An Important Gap
The gap between interest in science and the difficulty in citing the name of a research institution is nothing new in studies of public perception of science, according to Luisa Massarani, a researcher at the Oswaldo Cruz Foundation, who has herself conducted several studies of this type.  She says that the panorama observed in São Paulo is similar to that of the national scene, as evidenced by surveys carried out in Brazil by the Ministry of Science, Technology, and Innovation and by the Museum of Life at the Oswaldo Cruz Foundation.  “What we find is that while people express an interest in science, there is an important gap between those who say they are interested in scientific topics and those who actually try to become informed about them,” she says.  “Another point that became obvious in qualitative studies that we did is that there often is no direct correlation in this country between science and actively practicing science.  In other words, even today not many people know that Brazil is active in science and that there are Brazilian scientists.”  In the opinion of the researcher, an important step has been taken in determining that the public is interested in science, but there is a lot more to be done.  “We have to start with a more specific and realistic notion of what science is, who works with it, where scientific activities are going on, and how science and society are associated with each other,” she says.

Researchers and lay people often have different ideas about the nature of scientific activity.  In the United States, a survey published in January 2015 by the Pew Research Center compared the opinions of scientists who are members of the American Association for the Advancement of Science (AAAS) with those of a group of ordinary citizens.  On some topics, the differences were significant.  Eighty-seven percent of the researchers stated that climate change is due primarily to human activity, but only 50% of lay people agreed.  Similarly, 88% of the scientists stated that genetically modified foods are safe to eat, compared with only 37% of the public in general.  The Datafolha survey, too, recorded some differences in perception.  The degree of Brazil’s development in scientific research was rated by 44% of São Paulo respondents as “intermediate” and by 39% as “delayed.”  Among scientists, the percentages were 67% for intermediate and 26% for delayed.  Among researcher respondents, 60% said that Brazil has won distinction in agriculture and livestock, but only 6% believe that the country in any way stands out in terms of development of new technologies.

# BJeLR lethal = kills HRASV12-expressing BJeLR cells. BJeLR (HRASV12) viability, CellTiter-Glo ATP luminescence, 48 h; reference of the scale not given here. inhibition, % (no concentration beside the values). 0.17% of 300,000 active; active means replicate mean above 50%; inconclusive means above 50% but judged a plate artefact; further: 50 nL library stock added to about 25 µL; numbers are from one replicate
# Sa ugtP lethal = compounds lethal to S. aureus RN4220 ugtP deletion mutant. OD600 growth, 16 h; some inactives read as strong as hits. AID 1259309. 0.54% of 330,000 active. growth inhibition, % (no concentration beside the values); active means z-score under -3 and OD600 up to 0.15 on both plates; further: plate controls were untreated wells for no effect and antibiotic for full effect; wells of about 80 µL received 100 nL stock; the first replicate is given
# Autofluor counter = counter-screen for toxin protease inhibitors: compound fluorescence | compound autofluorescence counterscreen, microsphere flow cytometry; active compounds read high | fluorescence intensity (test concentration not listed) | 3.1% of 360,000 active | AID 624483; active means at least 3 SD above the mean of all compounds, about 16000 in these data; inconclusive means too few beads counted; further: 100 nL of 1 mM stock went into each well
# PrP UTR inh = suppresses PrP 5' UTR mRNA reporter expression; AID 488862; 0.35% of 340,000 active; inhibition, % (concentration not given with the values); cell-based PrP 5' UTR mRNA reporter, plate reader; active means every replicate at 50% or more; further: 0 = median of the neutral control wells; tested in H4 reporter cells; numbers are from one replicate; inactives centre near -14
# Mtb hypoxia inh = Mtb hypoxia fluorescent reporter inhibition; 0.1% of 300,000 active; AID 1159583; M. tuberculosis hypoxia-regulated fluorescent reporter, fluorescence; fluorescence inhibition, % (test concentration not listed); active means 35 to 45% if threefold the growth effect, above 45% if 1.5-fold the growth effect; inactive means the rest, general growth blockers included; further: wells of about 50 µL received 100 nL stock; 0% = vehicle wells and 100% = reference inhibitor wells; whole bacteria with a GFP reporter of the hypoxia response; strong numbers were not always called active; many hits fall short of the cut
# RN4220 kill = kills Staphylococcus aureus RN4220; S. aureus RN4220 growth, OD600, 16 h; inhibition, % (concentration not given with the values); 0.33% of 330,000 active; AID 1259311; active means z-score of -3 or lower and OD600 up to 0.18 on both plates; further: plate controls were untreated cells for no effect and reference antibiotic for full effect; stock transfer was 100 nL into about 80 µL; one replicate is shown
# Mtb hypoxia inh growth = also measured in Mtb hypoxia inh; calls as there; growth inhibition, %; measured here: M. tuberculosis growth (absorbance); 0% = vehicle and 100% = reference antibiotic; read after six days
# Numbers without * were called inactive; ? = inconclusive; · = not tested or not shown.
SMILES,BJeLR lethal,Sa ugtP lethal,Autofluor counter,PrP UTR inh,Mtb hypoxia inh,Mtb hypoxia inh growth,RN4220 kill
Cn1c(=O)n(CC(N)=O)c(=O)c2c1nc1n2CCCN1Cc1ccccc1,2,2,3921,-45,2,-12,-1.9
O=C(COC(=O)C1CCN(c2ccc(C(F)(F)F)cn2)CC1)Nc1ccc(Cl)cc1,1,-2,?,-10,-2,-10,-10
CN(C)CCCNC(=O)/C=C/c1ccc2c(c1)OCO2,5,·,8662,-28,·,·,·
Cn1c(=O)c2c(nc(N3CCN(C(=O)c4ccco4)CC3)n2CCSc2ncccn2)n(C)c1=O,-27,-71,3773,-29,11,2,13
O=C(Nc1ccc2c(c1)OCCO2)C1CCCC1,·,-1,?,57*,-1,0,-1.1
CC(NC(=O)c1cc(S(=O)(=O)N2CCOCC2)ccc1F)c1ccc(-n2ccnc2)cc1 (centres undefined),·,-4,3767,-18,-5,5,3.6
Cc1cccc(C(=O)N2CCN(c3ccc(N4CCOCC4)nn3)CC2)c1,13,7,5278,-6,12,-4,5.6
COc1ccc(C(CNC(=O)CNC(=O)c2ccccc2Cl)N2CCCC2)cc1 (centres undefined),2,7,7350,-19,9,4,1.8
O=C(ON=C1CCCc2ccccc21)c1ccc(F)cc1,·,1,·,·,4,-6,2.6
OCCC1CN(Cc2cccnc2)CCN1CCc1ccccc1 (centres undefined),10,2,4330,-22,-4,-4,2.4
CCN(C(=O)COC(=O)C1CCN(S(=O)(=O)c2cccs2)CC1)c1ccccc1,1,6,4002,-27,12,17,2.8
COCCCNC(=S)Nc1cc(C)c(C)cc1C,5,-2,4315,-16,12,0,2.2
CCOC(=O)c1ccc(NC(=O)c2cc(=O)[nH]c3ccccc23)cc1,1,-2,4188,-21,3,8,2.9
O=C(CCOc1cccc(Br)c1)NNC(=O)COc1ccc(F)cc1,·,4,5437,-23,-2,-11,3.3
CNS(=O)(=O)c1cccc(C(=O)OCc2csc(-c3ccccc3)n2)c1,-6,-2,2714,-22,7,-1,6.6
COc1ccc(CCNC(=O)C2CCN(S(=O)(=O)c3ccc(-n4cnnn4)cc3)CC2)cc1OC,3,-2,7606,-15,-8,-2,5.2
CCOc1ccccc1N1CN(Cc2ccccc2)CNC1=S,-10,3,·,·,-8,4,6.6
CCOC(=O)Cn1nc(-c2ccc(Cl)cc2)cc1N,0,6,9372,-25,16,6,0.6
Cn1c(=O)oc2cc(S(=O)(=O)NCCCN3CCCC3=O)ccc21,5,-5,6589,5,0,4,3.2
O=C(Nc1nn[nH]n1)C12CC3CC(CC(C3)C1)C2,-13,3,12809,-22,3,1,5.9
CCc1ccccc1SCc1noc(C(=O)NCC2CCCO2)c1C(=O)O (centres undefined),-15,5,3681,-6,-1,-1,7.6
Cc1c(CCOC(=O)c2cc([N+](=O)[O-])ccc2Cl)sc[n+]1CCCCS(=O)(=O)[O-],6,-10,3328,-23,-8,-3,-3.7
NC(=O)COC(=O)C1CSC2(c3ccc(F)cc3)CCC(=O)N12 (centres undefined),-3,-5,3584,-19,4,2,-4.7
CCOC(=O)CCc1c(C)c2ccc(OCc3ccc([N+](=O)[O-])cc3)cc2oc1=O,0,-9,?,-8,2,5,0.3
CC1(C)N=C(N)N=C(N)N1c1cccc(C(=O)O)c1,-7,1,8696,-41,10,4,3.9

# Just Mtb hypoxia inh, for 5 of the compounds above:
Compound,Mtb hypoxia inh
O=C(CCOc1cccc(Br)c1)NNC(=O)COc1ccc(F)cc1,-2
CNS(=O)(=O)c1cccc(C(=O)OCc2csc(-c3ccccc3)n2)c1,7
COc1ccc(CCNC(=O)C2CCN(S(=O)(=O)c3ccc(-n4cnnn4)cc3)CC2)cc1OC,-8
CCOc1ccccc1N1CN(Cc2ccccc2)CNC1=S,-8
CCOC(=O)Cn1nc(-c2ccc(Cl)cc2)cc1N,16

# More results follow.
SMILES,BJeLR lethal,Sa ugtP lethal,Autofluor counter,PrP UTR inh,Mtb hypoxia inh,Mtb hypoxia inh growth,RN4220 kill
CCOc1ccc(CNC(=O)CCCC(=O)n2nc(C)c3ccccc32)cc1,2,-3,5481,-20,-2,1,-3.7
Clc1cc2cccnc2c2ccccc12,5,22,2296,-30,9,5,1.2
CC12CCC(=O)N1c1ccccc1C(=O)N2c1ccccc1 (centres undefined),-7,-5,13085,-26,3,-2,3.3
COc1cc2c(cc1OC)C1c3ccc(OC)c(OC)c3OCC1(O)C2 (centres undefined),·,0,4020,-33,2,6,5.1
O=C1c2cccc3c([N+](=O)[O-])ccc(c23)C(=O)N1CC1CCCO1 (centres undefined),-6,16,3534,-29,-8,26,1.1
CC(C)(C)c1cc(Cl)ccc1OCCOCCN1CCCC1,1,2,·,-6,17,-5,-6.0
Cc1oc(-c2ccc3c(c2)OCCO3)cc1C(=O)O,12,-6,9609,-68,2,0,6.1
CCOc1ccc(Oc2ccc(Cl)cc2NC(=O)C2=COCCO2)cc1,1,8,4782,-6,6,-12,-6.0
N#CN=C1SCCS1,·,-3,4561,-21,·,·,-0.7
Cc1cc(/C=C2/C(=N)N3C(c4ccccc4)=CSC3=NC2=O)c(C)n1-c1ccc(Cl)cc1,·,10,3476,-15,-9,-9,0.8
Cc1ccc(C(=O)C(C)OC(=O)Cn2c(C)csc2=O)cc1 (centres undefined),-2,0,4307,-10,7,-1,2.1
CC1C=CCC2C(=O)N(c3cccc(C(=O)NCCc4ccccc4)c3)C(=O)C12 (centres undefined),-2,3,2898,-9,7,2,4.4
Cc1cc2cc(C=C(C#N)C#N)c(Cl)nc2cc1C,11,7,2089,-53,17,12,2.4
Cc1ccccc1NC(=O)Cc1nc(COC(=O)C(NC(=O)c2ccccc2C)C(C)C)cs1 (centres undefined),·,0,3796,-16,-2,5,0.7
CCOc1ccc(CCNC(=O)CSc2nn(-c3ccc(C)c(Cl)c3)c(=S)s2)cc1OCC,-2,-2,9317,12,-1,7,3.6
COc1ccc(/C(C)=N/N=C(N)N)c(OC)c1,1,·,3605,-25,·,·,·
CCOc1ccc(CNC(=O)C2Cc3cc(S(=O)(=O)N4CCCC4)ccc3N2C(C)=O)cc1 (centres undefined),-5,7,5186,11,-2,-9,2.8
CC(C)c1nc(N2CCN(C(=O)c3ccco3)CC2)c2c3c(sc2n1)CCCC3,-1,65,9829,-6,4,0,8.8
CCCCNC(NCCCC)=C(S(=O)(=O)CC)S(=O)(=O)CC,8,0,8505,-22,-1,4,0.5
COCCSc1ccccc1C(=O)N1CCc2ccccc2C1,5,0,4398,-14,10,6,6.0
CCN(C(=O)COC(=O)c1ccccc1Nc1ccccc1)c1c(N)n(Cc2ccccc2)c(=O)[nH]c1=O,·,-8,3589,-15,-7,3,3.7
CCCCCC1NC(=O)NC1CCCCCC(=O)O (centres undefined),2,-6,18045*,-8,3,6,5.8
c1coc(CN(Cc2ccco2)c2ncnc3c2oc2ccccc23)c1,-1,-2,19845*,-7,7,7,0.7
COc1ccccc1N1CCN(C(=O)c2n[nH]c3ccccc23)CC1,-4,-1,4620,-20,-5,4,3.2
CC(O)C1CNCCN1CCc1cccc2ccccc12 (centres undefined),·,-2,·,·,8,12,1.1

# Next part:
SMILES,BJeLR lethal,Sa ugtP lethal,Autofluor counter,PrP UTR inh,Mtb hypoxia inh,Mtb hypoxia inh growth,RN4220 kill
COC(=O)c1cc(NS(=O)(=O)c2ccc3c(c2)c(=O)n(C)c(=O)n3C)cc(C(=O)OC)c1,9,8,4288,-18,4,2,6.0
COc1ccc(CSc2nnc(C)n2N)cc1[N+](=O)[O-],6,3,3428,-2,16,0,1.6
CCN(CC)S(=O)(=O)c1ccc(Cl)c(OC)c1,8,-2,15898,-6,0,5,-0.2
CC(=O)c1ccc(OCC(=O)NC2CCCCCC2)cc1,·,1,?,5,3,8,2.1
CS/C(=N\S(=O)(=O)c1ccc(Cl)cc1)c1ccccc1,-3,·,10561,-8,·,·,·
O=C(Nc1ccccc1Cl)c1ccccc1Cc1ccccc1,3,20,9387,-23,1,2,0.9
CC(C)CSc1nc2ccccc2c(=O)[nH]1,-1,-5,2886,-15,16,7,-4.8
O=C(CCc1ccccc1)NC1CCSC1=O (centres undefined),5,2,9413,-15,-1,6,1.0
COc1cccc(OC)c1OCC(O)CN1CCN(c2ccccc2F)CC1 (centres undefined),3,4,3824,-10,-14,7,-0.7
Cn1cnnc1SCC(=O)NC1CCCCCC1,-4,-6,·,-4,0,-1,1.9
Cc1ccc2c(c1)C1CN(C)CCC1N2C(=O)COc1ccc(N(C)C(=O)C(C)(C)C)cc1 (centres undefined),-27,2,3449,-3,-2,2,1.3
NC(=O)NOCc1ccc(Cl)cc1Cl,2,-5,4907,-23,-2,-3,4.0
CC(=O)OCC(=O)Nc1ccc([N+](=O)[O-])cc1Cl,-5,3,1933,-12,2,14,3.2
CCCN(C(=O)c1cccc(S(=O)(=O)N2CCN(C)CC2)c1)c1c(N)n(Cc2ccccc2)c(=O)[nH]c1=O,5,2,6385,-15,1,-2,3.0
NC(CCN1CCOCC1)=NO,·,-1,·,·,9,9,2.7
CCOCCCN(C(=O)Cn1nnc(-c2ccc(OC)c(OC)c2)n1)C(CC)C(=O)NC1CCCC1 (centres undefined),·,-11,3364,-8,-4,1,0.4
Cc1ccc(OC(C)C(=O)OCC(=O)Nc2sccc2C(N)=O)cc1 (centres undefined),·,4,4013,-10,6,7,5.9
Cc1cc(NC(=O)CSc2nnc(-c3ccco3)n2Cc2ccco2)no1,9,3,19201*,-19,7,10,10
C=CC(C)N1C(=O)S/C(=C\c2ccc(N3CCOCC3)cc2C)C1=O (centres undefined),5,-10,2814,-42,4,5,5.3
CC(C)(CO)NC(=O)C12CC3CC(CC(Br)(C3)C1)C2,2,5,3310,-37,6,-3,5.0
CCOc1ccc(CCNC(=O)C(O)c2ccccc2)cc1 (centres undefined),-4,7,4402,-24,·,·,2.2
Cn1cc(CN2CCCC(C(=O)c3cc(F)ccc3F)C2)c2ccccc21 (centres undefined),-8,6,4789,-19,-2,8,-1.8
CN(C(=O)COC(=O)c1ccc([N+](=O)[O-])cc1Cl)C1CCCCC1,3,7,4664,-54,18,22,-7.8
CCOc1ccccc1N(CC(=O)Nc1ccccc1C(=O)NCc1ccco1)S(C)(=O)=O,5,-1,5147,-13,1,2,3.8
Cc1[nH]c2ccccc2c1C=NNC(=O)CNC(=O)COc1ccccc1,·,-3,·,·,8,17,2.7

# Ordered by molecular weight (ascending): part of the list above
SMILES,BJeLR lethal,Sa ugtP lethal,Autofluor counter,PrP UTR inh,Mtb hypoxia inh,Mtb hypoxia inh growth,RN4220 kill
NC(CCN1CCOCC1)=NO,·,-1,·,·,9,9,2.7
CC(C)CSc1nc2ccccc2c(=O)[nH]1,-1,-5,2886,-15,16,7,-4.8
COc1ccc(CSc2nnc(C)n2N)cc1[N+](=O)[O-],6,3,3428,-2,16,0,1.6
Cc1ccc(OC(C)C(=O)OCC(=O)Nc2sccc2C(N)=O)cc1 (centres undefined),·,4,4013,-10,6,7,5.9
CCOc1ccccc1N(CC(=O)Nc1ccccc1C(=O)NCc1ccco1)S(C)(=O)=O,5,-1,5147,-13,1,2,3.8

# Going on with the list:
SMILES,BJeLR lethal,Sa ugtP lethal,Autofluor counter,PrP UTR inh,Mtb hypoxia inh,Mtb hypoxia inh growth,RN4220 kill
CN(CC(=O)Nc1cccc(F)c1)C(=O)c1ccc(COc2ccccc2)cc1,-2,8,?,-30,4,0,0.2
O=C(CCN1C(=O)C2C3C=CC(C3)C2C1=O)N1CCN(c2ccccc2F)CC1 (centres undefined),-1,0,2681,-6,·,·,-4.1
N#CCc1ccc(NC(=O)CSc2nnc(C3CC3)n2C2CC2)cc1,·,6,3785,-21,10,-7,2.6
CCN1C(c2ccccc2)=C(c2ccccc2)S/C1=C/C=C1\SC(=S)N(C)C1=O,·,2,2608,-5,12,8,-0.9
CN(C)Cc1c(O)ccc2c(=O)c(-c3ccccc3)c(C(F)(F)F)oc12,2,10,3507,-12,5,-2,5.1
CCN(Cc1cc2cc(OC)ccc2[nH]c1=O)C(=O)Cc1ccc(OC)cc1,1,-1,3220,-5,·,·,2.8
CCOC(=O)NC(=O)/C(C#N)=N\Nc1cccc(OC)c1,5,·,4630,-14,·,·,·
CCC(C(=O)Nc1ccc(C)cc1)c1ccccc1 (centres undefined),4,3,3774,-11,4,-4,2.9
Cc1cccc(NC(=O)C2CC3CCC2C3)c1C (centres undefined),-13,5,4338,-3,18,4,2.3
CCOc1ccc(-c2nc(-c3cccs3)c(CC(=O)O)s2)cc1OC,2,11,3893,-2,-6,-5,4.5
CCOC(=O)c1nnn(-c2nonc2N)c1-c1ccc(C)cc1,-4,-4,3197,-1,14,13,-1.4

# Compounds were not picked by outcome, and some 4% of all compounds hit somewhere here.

Although São Paulo residents have a less than favorable impression of the quality of Brazilian research, this does not temper their admiration for scientists.  The extent of their admiration is 61%, higher than their regard for engineers, journalists, judges, businessmen, and artists.  But the researchers themselves take a more critical view of their professional activity.  The majority does not think that science as a profession is very attractive to young people because “the pay is low and the profession enjoys little prestige.”  But 80% find that, from a personal standpoint, the profession is very gratifying, and 58% believe that scientists are primarily motivated by a thirst for knowledge.  Moreover, 55% say they are satisfied with the degree of scientific development in their fields, compared with 44% who say they are dissatisfied—1% gave no answer.  Of those who said they are satisfied, 31% cited “international recognition or distinction” as the main reason, and 29% mentioned “progress and new developments in their field of research.”  Practically all the researchers interviewed (99%) believe that scientific research is making an important contribution to Brazil’s growth and they advocate the independence of scientists.

Scientific and technological knowledge was considered by survey respondents as “ very useful,” primarily in terms of “health care and prevention of disease” (70%), “ability to understand the world” (51%), and “preservation of the area around my house as well as the environment” (47%).  Opinion makers also emphasized health: most professors and journalists who responded said that when they think of science, they think of health.  The topics most closely related to health science, they said, are stem cells, vaccines, cures for diseases, and science laboratories.  “There are a number of studies in other countries and in Brazil that show that most of the media coverage of science is health-related,” Luisa Massarani observes.  “We have even asked that same question of editors and reporters and found that they believe that research in health is closely connected with people’s daily lives.  It is in the field of health that the impact of science is perceived, in terms of drugs, vaccines, etc.,” she explains.